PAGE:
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Free chat lines only in tacoma washington

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news and comedic commentary were provided by Maura Gallucci and, for a few years, Kaci Aitchison (who also is a singer with Spike and the Impalers).The Bob Rivers Show was simulcast on Portland, Oregon's "1980s Rock Hits" radio station KVMX (now KXJM) "Mix 107.5" from March 20, 2006 until October 5, 2006, when the station dropped the morning show and switched to a Rhythmic Adult Contemporary format under the new branding "Movin' 107.5".

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Rivers, O'Neill and Bryant interviewed musicians, actors, comedians, authors, and, infrequently, local politicians.The cast would occasionally perform on-air skits, such as a famous parody of The Wizard of Oz in which Dorothy and the Wizard (the latter voiced by Spike) are trying to bring Brian Bosworth (a former Seattle Seahawks linebacker nicknamed "The Boz") back "home" to Seattle.Another favorite was a contest between two callers-in to speak the roles of Scarlett O'Hara and Rhett Butler in the last lines of Gone with the Wind, beginning with the line "I'm leaving you, my dear.Rivers's show left KZOK when he could not reach a contract deal with CBS, the owner of the station.During December 2010, when the show members sat out their non-compete period from KZOK, Bob and his wife Lisa traveled to Bangladesh, where they spent the holiday helping to build schools for the poor in Dhaka.These "Twisted Tunes" could be heard for free on his website. Rivers claims that more Twisted Tunes were written about the 1994 O. Simpson murder case than about any other individual; (based on the 1955 song "Hot Rod Lincoln", "Bronco" appears on the Twisted Christmas Boxed Set).

Rivers has said that there might have been more Twisted Tunes sung about the Seattle Seahawks and Super Bowl XL.

(This Rivers parody is often incorrectly attributed to "Weird Al" Yankovic.) In 1999, Rivers wrote a "twisted tune" song called "Kosovo", a parody of the Beach Boys hit song "Kokomo", about the Kosovo War.

While earning many fans, the song also gained international attention and some controversy when it was used in 2005 by some Norwegian peacekeepers in Kosovo to make a music video. O'Neill was added to the show for a slate of talents that include vocal impersonations (as of Rush Limbaugh, Bill Clinton, and William Shatner, for example) and improvisation.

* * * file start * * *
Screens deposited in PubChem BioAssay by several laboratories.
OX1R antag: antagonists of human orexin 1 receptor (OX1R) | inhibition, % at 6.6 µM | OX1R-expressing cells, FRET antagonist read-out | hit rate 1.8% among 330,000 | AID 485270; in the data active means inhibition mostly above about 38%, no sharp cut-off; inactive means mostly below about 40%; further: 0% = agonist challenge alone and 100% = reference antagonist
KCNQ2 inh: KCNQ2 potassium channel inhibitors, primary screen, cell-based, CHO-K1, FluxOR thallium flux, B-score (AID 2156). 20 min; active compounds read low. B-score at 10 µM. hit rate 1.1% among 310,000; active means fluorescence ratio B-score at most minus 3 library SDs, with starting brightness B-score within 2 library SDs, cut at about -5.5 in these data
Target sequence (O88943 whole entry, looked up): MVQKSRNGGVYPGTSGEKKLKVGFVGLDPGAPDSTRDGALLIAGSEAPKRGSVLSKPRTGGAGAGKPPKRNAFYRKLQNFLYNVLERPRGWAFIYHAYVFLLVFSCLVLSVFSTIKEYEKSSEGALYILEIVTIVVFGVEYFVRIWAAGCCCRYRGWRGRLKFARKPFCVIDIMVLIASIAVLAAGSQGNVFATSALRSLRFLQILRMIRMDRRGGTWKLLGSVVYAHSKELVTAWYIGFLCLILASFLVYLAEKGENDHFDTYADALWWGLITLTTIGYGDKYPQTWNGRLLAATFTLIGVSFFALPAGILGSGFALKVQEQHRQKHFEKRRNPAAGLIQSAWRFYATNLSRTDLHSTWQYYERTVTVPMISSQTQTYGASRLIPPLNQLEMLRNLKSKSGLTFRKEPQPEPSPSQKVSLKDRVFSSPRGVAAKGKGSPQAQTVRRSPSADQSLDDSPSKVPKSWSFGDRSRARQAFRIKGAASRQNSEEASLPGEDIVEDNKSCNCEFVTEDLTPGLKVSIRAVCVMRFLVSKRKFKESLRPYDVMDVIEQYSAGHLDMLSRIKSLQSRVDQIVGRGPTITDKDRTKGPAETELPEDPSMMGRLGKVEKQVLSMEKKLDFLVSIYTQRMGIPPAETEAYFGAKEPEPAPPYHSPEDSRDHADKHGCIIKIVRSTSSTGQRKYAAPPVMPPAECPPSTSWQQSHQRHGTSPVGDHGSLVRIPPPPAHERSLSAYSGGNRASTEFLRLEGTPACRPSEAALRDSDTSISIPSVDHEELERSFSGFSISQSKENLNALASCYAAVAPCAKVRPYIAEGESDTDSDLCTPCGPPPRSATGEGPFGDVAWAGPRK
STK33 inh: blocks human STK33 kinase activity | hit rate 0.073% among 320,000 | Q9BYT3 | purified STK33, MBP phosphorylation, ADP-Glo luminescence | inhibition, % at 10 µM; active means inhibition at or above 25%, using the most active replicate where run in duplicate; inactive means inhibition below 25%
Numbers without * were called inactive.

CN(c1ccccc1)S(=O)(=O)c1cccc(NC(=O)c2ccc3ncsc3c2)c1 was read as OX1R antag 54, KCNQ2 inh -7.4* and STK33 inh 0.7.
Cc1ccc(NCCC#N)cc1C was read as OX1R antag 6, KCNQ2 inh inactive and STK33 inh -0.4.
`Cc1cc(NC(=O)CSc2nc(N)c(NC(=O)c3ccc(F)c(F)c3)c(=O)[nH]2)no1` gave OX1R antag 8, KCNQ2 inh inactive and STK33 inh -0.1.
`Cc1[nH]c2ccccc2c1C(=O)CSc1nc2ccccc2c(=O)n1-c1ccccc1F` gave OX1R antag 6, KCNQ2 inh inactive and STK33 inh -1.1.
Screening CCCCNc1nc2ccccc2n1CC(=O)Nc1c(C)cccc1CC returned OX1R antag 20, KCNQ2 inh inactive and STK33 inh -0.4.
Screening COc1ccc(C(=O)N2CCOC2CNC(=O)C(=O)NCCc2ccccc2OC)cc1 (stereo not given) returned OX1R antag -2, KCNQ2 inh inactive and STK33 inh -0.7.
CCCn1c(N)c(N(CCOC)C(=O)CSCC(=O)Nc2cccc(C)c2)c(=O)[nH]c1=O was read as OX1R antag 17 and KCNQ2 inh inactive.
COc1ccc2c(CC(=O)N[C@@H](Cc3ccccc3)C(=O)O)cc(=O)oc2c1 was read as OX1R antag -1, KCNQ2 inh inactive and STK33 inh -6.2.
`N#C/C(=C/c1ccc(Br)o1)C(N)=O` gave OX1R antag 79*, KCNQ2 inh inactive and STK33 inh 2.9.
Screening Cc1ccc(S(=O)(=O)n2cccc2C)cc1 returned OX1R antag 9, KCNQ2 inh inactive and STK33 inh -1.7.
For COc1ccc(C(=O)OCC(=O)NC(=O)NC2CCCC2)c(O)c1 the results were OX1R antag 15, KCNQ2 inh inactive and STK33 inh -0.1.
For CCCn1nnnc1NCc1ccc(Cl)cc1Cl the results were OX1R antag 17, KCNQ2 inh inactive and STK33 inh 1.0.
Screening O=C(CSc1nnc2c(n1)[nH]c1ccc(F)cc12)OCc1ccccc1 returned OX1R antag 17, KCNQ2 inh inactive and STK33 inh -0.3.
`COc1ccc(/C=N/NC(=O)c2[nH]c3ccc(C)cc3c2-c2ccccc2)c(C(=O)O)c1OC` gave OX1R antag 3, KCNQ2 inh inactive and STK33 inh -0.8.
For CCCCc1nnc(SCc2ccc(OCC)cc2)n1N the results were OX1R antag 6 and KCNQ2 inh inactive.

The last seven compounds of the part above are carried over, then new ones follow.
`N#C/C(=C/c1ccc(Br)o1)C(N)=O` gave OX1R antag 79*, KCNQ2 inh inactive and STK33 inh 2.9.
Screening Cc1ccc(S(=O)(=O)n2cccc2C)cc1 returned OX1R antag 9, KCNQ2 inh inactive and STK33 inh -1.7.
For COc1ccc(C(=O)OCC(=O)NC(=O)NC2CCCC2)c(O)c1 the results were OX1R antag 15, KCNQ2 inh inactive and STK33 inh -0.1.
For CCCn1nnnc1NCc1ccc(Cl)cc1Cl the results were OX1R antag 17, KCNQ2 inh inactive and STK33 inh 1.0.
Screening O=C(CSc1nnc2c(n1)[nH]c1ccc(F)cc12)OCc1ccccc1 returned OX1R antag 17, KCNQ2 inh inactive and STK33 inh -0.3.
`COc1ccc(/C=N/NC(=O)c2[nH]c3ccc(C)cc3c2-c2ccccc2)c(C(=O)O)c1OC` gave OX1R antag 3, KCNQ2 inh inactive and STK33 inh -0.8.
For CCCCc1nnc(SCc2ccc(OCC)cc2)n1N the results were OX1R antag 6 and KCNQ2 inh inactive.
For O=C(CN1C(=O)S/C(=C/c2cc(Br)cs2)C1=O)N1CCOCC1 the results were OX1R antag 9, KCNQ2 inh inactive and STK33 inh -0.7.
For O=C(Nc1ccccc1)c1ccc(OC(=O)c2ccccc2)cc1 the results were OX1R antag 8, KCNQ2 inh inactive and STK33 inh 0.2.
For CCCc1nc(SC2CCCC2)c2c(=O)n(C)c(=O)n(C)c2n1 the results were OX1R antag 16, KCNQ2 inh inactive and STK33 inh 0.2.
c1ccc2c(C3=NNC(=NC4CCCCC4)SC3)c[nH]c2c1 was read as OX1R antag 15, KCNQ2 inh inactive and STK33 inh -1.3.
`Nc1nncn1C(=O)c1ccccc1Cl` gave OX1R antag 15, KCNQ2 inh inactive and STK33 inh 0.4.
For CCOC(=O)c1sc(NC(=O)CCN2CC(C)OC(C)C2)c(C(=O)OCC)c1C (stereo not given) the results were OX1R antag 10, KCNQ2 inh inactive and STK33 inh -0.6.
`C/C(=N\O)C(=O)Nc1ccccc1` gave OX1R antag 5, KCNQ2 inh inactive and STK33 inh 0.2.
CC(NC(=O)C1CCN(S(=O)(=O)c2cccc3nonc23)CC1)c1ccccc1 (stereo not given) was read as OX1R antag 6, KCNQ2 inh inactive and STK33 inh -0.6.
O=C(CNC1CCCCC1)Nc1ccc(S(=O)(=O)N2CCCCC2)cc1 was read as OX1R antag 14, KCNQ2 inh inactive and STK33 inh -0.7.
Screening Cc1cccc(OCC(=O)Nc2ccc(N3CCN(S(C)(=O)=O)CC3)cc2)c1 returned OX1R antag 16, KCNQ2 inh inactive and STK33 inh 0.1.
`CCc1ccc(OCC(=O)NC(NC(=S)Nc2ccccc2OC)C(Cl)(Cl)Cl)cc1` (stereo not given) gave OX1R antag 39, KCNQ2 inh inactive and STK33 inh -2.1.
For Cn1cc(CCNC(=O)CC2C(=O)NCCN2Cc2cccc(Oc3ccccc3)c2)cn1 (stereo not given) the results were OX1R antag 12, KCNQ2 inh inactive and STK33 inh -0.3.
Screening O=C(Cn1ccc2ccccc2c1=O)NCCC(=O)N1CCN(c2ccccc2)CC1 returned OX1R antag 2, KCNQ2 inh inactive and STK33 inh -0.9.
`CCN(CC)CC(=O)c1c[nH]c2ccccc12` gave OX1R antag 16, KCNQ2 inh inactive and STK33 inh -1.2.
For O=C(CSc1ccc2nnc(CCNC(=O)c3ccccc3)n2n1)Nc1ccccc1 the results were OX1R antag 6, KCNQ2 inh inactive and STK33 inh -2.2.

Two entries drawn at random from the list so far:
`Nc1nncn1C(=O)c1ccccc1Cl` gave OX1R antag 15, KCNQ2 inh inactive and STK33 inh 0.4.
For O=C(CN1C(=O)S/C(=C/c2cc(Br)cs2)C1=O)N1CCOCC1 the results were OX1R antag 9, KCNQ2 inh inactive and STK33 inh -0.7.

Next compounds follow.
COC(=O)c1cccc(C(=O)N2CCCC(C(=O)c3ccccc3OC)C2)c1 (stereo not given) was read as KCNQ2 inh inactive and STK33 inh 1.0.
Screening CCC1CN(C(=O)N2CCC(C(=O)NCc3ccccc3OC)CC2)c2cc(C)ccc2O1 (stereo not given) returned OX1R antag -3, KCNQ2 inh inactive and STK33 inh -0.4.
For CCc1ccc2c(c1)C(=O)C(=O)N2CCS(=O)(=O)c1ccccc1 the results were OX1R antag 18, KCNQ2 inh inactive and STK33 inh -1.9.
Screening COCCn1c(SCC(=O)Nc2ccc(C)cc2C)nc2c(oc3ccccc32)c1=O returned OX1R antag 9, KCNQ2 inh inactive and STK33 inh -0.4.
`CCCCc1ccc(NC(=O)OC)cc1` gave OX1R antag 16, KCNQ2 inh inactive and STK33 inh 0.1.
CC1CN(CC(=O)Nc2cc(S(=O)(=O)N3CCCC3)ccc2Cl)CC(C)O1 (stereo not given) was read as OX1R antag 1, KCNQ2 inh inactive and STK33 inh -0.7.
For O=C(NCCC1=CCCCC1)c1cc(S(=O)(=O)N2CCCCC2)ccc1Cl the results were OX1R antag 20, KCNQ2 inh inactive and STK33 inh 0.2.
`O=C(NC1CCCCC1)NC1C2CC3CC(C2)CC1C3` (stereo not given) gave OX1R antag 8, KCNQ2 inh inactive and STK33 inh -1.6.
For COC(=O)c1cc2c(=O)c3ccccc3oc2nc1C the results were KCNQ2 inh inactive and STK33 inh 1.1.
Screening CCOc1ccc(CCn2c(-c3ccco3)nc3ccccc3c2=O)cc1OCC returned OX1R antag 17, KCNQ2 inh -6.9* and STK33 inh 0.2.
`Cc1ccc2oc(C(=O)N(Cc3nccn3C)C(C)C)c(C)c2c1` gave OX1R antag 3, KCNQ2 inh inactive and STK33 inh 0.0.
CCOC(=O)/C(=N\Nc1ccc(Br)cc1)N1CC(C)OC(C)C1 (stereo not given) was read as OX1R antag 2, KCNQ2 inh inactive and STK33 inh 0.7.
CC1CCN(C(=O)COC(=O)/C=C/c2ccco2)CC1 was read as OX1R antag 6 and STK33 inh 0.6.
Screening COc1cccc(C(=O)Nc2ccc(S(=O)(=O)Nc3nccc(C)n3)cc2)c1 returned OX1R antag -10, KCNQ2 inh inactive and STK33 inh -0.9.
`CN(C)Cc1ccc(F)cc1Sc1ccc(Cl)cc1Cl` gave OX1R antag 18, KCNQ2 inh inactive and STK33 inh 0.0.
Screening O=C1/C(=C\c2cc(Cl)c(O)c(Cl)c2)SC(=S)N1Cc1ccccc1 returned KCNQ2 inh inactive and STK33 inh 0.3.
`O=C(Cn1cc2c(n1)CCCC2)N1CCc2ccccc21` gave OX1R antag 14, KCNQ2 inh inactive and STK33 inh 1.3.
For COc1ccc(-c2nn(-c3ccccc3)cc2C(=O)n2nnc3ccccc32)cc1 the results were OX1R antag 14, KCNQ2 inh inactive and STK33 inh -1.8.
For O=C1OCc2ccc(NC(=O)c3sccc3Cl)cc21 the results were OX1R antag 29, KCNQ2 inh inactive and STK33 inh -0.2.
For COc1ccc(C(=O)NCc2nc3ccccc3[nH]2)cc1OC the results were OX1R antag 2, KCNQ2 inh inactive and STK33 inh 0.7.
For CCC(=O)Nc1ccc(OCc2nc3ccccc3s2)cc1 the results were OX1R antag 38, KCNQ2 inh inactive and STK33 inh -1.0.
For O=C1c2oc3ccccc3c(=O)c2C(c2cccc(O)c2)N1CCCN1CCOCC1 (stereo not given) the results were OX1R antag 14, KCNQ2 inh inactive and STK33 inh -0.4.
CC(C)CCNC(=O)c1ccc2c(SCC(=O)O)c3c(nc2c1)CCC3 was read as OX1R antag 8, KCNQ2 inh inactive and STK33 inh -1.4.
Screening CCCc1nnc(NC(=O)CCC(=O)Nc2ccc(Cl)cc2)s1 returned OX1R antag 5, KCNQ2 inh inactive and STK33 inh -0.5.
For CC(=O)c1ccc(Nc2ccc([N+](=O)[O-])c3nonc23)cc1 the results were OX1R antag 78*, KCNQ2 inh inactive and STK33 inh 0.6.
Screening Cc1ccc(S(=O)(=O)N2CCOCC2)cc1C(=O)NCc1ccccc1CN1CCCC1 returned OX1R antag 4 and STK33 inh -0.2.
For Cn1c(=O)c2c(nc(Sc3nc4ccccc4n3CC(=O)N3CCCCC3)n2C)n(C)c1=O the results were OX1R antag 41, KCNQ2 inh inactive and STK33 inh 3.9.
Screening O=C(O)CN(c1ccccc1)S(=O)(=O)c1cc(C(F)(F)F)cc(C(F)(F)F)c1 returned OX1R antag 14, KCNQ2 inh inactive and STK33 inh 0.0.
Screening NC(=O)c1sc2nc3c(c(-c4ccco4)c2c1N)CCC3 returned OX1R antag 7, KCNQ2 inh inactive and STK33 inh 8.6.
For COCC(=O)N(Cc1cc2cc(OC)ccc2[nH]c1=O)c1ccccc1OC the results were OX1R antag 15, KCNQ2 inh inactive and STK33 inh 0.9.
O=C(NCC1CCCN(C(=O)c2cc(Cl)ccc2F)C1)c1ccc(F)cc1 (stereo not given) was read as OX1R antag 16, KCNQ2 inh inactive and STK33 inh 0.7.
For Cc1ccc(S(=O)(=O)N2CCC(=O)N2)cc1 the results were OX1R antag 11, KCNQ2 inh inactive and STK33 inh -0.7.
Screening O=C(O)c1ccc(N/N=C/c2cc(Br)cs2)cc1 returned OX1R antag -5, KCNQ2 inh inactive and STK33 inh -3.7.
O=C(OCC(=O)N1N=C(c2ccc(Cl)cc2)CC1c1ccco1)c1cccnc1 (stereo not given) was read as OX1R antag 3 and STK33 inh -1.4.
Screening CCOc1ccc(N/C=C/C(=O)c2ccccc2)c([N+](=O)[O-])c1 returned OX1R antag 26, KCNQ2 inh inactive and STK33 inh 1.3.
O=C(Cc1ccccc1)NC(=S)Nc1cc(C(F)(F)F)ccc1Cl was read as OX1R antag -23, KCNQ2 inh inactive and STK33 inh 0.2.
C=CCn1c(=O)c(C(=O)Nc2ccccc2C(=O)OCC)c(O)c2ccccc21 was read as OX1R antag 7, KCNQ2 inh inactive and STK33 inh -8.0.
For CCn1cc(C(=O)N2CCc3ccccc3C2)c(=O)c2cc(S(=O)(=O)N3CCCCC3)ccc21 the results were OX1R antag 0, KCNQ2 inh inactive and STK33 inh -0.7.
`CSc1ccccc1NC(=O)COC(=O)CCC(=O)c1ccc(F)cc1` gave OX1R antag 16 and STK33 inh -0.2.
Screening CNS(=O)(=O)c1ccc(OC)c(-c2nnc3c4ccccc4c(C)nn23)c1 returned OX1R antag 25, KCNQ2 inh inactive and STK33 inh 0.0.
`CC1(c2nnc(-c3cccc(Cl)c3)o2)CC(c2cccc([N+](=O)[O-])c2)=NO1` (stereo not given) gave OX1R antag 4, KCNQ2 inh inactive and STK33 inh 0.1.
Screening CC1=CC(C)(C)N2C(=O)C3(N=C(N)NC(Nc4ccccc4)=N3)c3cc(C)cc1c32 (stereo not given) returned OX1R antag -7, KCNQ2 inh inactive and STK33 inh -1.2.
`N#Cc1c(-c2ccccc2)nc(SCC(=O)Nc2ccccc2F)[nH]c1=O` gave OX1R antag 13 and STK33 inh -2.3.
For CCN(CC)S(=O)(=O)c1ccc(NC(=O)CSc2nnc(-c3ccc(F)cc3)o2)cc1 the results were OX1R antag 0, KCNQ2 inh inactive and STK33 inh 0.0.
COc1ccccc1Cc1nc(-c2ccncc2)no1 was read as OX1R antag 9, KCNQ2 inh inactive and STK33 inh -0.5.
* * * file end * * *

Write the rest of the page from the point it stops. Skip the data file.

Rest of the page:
During his tenure with WAAF, Rivers started producing parody and novelty songs, both for the station and for the KATZ/Newcity "American Comedy Network", a radio syndication service that provided comedy material to local U. It went on to be included on Volume 2 of The Rhino Brothers Present the World's Worst Records and had a music video produced by Steve Rotfeld for Bob Uecker's Wacky World of Sports.

In 1987, Rivers released Twisted Christmas, which contained the Christmas music radio hit "Twelve Pains of Christmas", a parody of the holiday standard "The Twelve Days of Christmas". In the spring of 1988, at Baltimore radio station "98 Rock" WIYY-FM, as a lead morning show personality between 19, Bob Rivers gained national attention for an 11-day, on-the-air marathon during a Baltimore Orioles losing streak.

Robert Rivers (born July 7, 1956 in Branford, Connecticut) is a retired American rock and roll radio on-air personality in the Pacific Northwest, as well as a prolific producer and songwriter of parody songs, most famous for his Christmas song parodies. The song was sung to the tune of Neil Sedaka's #1 1962 hit "Breaking Up Is Hard To Do" and peaked at #70 on the Billboard Hot 100 pop music chart.